Friday, July 25, 2008

It won't play in Peoria

The Peoria Chiefs (Cubs) were at the Dayton Dragons (Reds) last night and the game made the national news. That's almost never a good thing. When minor league teams make the national media, it's either because a player did something particularly unusual (there's the famous highlight of the right fielder literally running through the outfield wall to make a catch), or because the news is bad. More often than not, the big league team doesn't want to see their affiliates' names in the press unless it's in the context of, "Ortiz reported to the Sea Dogs for a rehab assignment."

Otherwise they're looking at news like Mike Coolbaugh's freak death, or Delmon Young's assault of an umpire.

The Cubs can't be happy this morning. And of the two teams, they're the ones that should have the most trouble from today's news. The roots of the incident were summarized in the AP report as -

Dayton pitcher Kyle Lotzkar hit Peoria's Nate Samson with a pitch in the top of the first. In the inning's bottom half, Castillo hit Dayton's Zack Cozart in the head with a pitch. Cozart fell to the ground, was helped to the dugout and didn't return.

Several batters later, Castillo hit Angel Cabrera, who angrily threw his bat and batting gloves toward his dugout before taking first. Dayton's next batter hit an infield grounder, and Cabrera made an aggressive slide into second to break up the double play.

Castillo followed that with a high-and-tight pitch to the next batter, Brandon Menchaca, prompting Dayton manager Donnie Scott to complain to the home plate umpire. Interim Peoria manager Carmelo Martinez came on the field to join the discussion.

That led to an argument between the two managers, and when Martinez pushed Scott, the benches emptied.
All of this led to Castillo, after the benches emptied, throwing a fastball at the opposing dugout which went into the stands and injured a fan. Castillo is currently facing charges for aggravated assault and, if you saw the footage, is likely facing jail time.

I want to dissect what happened here, because a lot of this should never have happened, and almost all of this can be laid at the feet of Martinez, the team's interim manager while Ryne Sandberg is in Cooperstown for the Hall of Fame ceremonies, and the umpires.

Lotzkar was a compensatory first round pick in the supplemental draft. On the season, according to he's 0-3 in four starts (16 innings pitched) with a 6.19 ERA, giving up 14 runs (11 earned) on 14 hits, and 15 walks with one hit by pitch (I don't know if that includes yesterday's game) and one wild pitch. Not a pitcher with the best control in the world.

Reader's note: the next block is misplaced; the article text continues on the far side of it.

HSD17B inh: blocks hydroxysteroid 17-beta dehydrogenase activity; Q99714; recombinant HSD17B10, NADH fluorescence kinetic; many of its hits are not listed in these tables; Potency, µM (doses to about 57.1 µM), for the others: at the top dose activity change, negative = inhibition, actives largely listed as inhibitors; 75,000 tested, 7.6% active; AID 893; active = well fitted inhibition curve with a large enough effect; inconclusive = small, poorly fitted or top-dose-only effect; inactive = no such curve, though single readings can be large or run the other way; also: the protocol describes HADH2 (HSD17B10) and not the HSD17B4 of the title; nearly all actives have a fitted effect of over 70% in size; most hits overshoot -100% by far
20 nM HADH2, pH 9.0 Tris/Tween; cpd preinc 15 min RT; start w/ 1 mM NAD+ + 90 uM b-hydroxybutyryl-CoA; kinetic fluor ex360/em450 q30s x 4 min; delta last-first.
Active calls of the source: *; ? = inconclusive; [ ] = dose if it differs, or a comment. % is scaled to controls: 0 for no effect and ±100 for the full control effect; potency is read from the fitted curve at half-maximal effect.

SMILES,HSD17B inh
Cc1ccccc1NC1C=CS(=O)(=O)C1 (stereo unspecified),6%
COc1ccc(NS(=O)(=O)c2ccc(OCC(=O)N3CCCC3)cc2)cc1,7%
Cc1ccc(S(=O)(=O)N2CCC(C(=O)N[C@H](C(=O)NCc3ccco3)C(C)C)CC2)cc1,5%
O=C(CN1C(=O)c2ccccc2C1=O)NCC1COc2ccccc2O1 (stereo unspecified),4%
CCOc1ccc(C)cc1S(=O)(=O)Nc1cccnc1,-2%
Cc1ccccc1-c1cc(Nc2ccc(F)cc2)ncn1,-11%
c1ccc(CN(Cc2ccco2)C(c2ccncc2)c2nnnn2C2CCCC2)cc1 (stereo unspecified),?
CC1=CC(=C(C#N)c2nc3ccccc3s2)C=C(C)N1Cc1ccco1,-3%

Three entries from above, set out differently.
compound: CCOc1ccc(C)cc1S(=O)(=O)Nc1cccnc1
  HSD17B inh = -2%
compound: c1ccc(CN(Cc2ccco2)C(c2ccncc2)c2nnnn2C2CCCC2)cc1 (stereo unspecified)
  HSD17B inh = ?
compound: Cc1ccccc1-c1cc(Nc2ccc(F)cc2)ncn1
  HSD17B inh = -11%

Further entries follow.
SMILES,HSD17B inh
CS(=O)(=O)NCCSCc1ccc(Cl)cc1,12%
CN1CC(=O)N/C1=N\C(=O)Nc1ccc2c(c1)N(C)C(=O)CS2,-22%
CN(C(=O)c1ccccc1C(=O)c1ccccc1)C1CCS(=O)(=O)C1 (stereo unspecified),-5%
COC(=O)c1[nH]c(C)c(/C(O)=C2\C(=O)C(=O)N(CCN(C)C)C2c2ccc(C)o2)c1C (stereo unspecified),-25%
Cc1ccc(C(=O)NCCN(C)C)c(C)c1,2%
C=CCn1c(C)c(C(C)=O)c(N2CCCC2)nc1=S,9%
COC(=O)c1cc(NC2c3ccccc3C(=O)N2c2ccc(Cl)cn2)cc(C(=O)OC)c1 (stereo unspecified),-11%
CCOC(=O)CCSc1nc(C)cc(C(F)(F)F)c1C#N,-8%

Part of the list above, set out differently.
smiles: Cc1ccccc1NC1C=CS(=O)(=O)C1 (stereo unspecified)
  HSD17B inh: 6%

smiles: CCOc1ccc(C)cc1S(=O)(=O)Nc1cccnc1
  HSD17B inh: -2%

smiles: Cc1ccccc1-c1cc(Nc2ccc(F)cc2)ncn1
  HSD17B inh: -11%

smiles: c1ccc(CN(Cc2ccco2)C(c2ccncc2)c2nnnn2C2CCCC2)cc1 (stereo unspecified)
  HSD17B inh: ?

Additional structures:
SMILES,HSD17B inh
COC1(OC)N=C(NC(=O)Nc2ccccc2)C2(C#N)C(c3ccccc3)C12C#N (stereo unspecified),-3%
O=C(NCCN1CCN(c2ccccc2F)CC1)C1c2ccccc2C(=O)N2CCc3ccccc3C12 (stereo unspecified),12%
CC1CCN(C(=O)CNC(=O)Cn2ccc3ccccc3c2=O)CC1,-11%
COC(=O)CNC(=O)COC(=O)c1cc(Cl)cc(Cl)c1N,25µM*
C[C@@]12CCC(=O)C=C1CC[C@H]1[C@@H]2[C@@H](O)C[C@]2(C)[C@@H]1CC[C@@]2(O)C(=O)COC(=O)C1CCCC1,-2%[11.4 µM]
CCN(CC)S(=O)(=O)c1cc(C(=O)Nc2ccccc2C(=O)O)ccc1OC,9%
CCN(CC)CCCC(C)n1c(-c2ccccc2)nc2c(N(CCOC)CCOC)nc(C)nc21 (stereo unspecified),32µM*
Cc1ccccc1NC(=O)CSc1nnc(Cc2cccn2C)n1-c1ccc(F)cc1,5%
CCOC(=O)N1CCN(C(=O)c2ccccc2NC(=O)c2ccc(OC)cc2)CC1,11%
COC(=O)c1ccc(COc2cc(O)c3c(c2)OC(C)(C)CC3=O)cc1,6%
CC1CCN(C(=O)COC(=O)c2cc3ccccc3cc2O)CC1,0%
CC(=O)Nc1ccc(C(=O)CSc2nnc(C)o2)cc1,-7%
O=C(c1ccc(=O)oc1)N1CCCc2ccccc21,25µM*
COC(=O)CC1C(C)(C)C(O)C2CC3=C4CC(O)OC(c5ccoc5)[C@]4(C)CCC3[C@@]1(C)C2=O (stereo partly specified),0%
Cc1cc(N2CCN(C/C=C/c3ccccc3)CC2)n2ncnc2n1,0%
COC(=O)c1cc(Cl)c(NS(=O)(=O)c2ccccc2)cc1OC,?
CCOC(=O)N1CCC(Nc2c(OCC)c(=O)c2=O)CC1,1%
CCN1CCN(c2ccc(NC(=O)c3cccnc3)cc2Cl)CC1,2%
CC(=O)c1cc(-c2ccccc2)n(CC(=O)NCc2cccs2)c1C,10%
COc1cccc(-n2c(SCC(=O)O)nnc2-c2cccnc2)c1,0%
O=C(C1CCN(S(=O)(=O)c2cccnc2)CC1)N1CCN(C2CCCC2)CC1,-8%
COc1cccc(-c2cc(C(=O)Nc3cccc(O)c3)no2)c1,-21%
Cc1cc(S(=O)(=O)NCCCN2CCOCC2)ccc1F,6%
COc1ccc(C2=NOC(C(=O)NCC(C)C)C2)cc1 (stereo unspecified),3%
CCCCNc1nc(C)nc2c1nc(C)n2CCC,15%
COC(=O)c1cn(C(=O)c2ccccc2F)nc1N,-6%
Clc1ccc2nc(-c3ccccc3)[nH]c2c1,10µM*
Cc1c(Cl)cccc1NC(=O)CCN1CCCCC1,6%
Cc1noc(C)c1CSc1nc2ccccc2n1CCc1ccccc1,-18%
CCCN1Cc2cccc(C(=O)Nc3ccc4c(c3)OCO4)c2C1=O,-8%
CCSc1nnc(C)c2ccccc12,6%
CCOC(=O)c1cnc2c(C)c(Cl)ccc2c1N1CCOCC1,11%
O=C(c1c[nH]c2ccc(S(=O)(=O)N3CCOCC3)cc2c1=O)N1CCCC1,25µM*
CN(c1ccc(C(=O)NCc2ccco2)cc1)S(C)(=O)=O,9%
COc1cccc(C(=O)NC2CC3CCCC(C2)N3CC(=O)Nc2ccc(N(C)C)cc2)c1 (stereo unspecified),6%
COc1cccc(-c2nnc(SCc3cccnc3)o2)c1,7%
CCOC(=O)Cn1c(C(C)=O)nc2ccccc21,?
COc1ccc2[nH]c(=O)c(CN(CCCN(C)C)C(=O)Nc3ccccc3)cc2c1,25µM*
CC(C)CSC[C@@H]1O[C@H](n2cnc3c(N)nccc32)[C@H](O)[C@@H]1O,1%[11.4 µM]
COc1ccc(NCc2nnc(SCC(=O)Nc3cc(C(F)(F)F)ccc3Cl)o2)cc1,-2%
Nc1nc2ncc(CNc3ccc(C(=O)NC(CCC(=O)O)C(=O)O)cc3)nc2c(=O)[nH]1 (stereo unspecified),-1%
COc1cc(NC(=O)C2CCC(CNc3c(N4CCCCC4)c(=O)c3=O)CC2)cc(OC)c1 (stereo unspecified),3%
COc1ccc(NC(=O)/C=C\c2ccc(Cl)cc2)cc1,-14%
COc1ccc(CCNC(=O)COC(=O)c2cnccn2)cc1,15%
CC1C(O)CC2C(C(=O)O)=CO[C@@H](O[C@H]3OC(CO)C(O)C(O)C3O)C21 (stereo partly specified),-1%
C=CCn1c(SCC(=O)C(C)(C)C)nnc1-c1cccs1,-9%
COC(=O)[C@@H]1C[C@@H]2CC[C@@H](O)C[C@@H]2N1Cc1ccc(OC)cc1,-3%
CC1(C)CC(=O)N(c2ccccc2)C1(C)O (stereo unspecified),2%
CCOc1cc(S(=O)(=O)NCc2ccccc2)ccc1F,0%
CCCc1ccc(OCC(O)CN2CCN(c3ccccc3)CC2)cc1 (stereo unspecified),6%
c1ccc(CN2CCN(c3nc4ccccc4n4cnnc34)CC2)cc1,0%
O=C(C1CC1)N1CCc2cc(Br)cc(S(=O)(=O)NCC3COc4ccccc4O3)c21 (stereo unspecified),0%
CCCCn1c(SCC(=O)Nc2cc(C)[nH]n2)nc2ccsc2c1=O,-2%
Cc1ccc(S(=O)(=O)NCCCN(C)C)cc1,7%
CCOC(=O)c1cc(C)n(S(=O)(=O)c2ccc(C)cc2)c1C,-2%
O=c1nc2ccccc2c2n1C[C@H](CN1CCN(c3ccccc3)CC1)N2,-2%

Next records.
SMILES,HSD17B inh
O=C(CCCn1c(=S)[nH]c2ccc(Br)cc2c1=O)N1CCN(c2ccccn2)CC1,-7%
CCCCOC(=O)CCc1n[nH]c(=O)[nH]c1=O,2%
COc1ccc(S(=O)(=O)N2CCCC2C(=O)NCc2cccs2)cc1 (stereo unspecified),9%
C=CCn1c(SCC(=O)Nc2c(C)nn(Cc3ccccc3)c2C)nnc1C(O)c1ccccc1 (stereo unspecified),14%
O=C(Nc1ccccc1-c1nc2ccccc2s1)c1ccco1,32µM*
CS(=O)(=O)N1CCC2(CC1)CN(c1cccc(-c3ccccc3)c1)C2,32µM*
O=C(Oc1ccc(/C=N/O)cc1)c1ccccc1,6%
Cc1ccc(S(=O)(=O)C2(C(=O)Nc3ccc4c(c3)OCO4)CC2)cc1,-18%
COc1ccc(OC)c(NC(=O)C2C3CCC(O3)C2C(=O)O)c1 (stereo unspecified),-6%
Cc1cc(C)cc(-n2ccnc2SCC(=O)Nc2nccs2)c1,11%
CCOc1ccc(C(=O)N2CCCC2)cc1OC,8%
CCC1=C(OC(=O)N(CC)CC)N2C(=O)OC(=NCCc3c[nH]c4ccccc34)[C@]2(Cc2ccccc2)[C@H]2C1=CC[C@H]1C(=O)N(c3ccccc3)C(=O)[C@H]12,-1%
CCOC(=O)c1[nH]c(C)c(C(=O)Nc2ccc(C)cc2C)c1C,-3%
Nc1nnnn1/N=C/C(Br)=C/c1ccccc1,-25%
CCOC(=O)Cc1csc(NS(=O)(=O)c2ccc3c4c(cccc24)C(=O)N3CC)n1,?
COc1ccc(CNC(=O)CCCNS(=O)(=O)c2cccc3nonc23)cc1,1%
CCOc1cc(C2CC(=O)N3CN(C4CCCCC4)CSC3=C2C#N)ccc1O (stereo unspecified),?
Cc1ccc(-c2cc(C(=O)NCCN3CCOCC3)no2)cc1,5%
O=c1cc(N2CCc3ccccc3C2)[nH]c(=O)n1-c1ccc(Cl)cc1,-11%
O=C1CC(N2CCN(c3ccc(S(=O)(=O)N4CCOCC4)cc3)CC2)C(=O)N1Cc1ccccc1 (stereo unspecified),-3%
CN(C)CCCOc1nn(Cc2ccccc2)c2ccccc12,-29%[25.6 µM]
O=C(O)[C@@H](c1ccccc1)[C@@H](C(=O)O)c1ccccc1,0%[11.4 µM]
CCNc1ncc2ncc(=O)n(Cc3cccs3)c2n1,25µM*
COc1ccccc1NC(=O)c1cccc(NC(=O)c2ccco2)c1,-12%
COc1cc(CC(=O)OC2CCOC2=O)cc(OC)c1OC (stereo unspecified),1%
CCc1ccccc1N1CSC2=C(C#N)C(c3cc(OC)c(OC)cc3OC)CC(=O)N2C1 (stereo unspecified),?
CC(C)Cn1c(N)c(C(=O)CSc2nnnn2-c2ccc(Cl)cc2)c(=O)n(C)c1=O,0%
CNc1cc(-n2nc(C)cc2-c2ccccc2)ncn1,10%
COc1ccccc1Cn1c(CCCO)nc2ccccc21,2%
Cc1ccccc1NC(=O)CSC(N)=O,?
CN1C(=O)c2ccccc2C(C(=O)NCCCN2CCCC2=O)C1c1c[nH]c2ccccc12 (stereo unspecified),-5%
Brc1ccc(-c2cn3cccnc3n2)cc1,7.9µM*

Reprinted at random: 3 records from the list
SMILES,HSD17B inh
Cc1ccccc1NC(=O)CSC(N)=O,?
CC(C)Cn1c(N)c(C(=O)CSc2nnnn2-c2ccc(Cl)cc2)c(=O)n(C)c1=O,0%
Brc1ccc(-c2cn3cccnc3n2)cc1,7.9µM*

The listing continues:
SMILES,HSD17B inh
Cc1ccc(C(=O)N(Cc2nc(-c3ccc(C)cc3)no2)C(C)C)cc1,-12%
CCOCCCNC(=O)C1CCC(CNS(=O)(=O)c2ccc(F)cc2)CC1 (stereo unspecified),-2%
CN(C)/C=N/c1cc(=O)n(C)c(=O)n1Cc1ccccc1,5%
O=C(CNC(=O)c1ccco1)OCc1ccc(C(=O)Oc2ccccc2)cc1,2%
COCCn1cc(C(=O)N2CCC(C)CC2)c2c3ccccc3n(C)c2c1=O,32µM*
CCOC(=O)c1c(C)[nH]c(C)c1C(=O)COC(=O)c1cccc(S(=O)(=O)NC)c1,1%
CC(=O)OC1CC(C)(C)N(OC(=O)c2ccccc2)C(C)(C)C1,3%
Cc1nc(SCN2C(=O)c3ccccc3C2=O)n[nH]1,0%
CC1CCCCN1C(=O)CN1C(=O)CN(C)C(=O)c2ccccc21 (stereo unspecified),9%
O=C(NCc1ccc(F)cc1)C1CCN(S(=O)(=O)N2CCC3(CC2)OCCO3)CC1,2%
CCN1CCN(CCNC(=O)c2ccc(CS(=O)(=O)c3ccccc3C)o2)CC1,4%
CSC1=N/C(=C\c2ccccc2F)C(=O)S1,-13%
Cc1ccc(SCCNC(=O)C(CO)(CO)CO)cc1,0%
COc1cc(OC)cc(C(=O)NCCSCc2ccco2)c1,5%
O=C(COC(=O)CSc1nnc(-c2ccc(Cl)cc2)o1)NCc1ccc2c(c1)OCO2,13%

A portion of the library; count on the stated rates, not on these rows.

Contrast that with Castillo who has appeared in six games with three starts over 22 innings and put together a 2.86 ERA with 22 hits and 10 walks.

Lotzkar, projected for the same number of innings gives up 19 hits and walks 21. Tell me, which of the two of these guys sounds like they have no trouble finding the strike zone? The one who has less than half the number of walks than hits allowed, or the one who has issued more free-passes than given up hits?

Yet, somehow Castillo hit the first batter in the head, then beaned another and nearly, according to reports, hits a third in the head.

After Castillo hit the first guy - considering he hit him in the head and the player didn't return - the ump should probably have tossed him then. At the very least a warning should have been issued and there's no way Castillo should have still been on the mound after the second batter was hit.

Given that the umps didn't do this, it was certainly understandable that Dayton manager Scott would want to talk to the umpire. What I don't understand is why Martinez felt he needed to be out there. There was no reason for him to be out there.

All Martinez did was escalate the issue, attacking the other team's manager when he shouldn't have been anywhere near the man.

The only way for this to be handled properly - Castillo needs to serve jail time and the Cubs need to can Martinez. I can't help but think that if Sandberg was sitting on the bench, at least some of this wouldn't have escalated the way it did.

If you missed it, here's the ESPN footage -


Suldog said...

Oh, man. Last year, I had a somewhat unstable pitcher on my fast-pitch softball team, and during a heated argument - lots of bench jockeying - he fired a fastball at their bench. Luckily, there is chain-link in front of the benches. Still...

Kevin Smith said...

I've played some sports against and with some hotheads, but this...